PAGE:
North Carolina native Elizabeth Karmel was raised on barbecue—at roadside stands, neighborhood cookouts and county fairs—but it wasn't until she moved away from home that the barbecue love affair began. When good barbecue wasn't at her fingertips, she had to learn how to smoke it herself, and a pit mistress was born.
Since then, Karmel has made it her mission to learn about every style of barbecue. Karmel, a.k.a. the Queen of the Grill, is now a nationally respected authority on grilling, barbecue and southern food. Her website, GirlsattheGrill.com, encourages everyone to "take the tongs" and provides tips and resources to get started. Karmel is also the executive chef of Hill Country Barbecue Market in New York City and Washington, D.C., and NYC's Hill Country Chicken. She developed the award-winning concept, menu and flavor profiles—from the meats to the sides and desserts—for all three restaurants. The secret to her success? Cooking "low and slow" with indirect heat, letting the meat's inherent flavors work their magic.
She may have restaurants in New York, but Karmel is a southerner at heart. The wholesome and satisfying food her grandmother used to make continues to inspire Karmel in the kitchen, both in her restaurants and when she's making cornbread and homemade ice cream for friends. "Being southern is a nebulous thing," she says. "It is hard to describe, but one thing is for sure, in the southern home—no matter where it is located geographically—you will never want for food and drink, and even the smallest occasion will become a rousing celebration."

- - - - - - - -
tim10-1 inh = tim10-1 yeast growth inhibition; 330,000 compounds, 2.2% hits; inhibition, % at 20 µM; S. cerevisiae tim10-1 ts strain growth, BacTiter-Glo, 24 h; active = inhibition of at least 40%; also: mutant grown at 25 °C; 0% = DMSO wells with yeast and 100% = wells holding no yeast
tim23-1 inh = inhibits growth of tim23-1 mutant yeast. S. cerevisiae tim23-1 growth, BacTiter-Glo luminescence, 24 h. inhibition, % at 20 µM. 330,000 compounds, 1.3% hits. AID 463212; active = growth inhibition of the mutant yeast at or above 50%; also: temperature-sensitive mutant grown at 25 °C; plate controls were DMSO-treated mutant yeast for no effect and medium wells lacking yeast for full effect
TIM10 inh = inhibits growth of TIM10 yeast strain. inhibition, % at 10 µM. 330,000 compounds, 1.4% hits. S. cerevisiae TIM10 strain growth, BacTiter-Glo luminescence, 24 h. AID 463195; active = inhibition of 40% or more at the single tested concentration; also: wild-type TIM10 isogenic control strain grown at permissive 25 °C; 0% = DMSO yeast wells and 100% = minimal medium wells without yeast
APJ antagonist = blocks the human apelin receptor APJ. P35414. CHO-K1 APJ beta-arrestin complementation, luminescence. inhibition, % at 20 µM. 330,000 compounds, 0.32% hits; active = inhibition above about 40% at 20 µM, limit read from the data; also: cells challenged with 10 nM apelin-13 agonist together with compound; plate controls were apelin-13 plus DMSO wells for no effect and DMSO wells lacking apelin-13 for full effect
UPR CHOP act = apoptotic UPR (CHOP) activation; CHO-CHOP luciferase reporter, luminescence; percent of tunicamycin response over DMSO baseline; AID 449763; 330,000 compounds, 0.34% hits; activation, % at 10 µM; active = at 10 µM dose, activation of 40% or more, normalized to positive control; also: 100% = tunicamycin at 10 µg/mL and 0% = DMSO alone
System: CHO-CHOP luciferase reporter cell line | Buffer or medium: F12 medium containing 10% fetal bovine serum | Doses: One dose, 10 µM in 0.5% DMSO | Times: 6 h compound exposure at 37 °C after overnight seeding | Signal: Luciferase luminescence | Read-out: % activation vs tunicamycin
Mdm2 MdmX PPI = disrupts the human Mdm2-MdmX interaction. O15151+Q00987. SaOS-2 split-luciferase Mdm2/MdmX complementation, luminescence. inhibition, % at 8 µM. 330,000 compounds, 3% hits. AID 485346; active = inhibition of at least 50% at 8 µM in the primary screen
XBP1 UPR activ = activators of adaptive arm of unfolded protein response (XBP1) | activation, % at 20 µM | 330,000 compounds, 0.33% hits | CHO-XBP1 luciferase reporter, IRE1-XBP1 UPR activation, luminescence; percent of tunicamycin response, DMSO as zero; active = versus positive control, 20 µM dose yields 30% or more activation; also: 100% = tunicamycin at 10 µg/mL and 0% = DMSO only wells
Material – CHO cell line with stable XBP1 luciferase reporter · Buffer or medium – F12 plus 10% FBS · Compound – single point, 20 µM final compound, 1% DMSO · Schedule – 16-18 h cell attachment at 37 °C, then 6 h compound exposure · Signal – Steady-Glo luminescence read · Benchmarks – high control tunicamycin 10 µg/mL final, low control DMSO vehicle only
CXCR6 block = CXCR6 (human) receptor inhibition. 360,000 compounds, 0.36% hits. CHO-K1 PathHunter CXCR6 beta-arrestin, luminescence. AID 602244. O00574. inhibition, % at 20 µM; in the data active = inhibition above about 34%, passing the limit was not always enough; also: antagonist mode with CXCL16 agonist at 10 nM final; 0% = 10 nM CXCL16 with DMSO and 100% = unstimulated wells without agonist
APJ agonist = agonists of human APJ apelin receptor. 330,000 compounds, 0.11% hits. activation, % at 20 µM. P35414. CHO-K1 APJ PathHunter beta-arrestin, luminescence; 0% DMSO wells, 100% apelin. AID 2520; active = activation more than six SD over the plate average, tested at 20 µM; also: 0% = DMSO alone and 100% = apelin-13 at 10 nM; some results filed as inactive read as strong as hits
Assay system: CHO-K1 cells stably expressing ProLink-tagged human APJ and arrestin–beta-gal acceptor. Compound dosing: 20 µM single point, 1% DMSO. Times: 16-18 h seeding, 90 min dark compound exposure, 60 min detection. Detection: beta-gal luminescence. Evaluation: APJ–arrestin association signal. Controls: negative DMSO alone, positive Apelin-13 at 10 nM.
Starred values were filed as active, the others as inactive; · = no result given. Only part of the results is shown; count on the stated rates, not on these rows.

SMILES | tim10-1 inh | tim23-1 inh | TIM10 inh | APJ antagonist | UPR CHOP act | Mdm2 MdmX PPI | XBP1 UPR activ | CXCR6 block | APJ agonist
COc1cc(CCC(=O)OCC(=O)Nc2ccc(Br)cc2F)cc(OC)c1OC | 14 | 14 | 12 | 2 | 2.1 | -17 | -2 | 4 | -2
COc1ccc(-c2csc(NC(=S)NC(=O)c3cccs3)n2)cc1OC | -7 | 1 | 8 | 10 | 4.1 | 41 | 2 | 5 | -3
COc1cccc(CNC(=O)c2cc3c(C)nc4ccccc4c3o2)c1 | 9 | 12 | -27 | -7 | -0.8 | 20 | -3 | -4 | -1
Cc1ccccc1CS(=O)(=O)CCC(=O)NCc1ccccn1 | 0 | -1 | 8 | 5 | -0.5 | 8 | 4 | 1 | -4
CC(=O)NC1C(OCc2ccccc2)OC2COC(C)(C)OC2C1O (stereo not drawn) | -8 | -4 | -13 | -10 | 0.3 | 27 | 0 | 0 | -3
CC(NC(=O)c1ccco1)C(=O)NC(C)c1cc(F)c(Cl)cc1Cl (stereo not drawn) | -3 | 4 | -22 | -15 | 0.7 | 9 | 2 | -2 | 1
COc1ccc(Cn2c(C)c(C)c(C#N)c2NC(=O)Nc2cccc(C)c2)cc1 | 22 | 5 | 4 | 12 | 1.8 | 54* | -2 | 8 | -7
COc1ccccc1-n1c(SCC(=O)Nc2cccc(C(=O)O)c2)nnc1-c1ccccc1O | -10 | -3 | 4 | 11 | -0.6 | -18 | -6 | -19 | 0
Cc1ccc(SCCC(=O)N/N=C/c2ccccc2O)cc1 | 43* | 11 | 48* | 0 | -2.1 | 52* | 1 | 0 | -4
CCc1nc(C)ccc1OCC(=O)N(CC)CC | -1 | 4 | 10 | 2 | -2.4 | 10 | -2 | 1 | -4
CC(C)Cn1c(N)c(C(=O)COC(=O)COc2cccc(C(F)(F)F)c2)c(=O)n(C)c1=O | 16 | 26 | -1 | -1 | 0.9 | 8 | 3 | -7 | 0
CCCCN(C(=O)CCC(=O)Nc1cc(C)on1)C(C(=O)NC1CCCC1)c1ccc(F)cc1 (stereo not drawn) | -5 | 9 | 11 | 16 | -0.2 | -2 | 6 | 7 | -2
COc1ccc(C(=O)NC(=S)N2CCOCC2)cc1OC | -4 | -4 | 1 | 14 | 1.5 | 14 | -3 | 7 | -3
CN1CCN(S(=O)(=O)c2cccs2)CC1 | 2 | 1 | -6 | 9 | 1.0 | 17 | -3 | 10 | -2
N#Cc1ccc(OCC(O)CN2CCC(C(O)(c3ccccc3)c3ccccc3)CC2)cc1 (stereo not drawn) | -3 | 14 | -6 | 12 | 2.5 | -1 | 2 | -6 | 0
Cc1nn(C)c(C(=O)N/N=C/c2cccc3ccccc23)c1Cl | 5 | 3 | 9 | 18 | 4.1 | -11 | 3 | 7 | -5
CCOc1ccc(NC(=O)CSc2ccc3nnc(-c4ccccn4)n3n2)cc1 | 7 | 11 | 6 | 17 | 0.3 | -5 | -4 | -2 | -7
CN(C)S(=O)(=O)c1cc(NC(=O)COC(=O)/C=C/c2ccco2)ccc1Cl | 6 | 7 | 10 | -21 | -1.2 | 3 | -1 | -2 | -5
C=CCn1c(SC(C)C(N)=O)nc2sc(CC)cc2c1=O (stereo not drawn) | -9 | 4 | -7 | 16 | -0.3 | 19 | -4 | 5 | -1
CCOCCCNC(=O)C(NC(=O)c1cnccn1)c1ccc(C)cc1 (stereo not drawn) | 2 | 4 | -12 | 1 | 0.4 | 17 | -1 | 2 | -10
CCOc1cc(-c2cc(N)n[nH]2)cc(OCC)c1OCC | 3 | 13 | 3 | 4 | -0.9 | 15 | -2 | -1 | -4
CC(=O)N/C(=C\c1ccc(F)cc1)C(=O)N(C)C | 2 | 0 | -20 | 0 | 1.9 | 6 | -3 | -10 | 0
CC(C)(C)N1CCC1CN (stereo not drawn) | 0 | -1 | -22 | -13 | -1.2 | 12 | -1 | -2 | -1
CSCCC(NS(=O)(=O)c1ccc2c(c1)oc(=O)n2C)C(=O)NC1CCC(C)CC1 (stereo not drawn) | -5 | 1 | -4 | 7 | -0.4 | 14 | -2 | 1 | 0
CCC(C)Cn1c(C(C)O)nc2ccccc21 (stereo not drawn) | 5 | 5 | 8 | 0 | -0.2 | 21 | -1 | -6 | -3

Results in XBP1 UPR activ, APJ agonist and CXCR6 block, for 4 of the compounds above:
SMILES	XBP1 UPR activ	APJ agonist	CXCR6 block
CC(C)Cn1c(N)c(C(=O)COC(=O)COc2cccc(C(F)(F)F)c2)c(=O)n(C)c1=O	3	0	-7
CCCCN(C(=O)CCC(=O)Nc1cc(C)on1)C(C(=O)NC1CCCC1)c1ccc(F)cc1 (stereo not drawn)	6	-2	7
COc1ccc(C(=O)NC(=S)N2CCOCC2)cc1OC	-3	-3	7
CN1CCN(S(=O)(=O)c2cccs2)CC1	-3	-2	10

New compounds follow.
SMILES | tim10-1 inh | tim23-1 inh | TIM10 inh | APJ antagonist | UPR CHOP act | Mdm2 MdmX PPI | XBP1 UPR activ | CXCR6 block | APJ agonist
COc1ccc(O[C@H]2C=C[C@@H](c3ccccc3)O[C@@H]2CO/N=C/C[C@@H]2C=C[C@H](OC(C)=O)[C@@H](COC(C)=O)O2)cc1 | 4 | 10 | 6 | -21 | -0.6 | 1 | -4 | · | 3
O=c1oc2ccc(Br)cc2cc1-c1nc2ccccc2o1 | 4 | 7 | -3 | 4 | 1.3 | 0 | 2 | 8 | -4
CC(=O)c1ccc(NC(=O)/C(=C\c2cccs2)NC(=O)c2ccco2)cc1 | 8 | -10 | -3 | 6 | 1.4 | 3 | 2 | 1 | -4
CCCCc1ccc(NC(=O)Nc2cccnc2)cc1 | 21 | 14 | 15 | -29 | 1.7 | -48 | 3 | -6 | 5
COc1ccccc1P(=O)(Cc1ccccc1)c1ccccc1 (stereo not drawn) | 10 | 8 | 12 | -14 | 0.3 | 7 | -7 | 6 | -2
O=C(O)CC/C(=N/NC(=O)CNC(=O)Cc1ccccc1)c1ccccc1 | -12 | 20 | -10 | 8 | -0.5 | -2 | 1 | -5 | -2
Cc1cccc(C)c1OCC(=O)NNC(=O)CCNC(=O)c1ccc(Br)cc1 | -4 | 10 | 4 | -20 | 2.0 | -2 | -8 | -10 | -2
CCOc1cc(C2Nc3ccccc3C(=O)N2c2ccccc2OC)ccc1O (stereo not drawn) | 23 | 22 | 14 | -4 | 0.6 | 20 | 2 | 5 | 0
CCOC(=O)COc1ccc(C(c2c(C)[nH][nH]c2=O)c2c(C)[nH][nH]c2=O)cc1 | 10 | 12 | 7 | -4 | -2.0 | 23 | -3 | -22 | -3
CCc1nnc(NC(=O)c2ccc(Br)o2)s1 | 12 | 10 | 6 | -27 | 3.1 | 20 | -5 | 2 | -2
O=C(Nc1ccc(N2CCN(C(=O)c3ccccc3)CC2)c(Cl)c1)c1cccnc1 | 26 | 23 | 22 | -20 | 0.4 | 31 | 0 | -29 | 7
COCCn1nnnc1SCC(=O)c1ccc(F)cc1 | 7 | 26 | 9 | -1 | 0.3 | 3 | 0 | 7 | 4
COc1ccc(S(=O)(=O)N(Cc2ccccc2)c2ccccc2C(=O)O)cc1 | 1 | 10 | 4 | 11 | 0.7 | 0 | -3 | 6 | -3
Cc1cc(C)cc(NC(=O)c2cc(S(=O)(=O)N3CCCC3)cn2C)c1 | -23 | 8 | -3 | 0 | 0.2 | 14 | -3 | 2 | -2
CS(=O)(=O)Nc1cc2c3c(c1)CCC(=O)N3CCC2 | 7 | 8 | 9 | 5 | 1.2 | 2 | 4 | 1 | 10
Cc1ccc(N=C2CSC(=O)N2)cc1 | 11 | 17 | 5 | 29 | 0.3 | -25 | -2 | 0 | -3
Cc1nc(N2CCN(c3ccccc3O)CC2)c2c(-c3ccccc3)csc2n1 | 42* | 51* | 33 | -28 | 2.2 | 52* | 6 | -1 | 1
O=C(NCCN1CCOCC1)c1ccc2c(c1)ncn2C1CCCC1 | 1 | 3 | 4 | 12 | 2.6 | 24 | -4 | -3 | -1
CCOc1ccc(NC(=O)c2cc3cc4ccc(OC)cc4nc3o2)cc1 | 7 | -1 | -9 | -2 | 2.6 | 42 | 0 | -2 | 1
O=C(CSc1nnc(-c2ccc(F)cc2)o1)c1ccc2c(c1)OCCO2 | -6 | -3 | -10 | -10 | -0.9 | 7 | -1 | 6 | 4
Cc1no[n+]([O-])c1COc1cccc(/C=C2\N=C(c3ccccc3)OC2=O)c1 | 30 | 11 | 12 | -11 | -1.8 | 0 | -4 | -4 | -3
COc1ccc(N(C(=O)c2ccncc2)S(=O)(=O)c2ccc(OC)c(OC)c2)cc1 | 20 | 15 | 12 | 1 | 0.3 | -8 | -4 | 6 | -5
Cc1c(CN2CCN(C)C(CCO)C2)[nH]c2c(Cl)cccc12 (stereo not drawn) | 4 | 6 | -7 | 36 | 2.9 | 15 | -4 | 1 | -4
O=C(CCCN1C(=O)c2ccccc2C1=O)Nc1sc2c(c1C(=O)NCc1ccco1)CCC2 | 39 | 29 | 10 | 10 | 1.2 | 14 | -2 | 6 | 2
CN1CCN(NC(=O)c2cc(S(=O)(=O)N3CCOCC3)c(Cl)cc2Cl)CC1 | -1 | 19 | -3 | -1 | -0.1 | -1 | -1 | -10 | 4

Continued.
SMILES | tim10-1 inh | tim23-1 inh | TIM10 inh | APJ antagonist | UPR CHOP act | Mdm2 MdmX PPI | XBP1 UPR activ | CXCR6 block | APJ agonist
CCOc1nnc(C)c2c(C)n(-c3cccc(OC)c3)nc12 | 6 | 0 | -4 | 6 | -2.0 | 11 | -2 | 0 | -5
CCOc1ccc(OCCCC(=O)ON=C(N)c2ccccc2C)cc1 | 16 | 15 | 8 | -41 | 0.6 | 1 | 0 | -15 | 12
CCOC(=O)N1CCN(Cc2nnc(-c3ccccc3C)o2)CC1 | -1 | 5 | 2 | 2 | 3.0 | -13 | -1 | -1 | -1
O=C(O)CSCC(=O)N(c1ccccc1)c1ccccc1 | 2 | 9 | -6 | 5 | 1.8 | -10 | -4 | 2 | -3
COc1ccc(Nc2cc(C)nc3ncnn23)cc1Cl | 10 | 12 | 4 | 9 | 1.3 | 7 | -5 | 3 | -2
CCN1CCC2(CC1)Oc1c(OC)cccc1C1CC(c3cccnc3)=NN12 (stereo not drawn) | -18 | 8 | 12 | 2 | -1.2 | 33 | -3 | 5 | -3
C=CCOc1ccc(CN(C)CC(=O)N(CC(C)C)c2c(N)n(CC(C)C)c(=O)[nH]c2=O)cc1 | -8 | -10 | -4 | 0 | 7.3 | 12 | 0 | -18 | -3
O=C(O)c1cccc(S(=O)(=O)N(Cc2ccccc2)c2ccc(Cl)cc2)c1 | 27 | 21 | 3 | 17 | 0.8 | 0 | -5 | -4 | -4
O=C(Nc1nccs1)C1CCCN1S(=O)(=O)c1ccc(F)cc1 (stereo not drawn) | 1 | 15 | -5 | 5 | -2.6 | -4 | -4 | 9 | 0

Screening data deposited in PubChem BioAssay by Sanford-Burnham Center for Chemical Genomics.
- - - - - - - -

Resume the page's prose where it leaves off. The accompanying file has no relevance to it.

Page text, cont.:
Q: Your first experience cooking barbecue yourself wasn't until after you left North Carolina. What inspired you?
A: It was all taste memory. I just really craved it one day after moving to New York, so I got a Boston butt and cooked it indirectly until the fat rendered out, and I made the vinegar sauce I grew up with: apple cider vinegar, ketchup, a little dark brown sugar, white pepper, black pepper, chili flakes and salt. Basically, the recipe I created that day, with a little of this and a little of that, is pretty much the same one I use today. It's so much simpler than everybody thinks.
Q: What's your philosophy on cooking and entertaining?
A: I want to communicate and connect with people through food. I really want them to feel like somebody they love is giving them a hug when they take a bite of my food. It's pure, simple, authentic and homemade.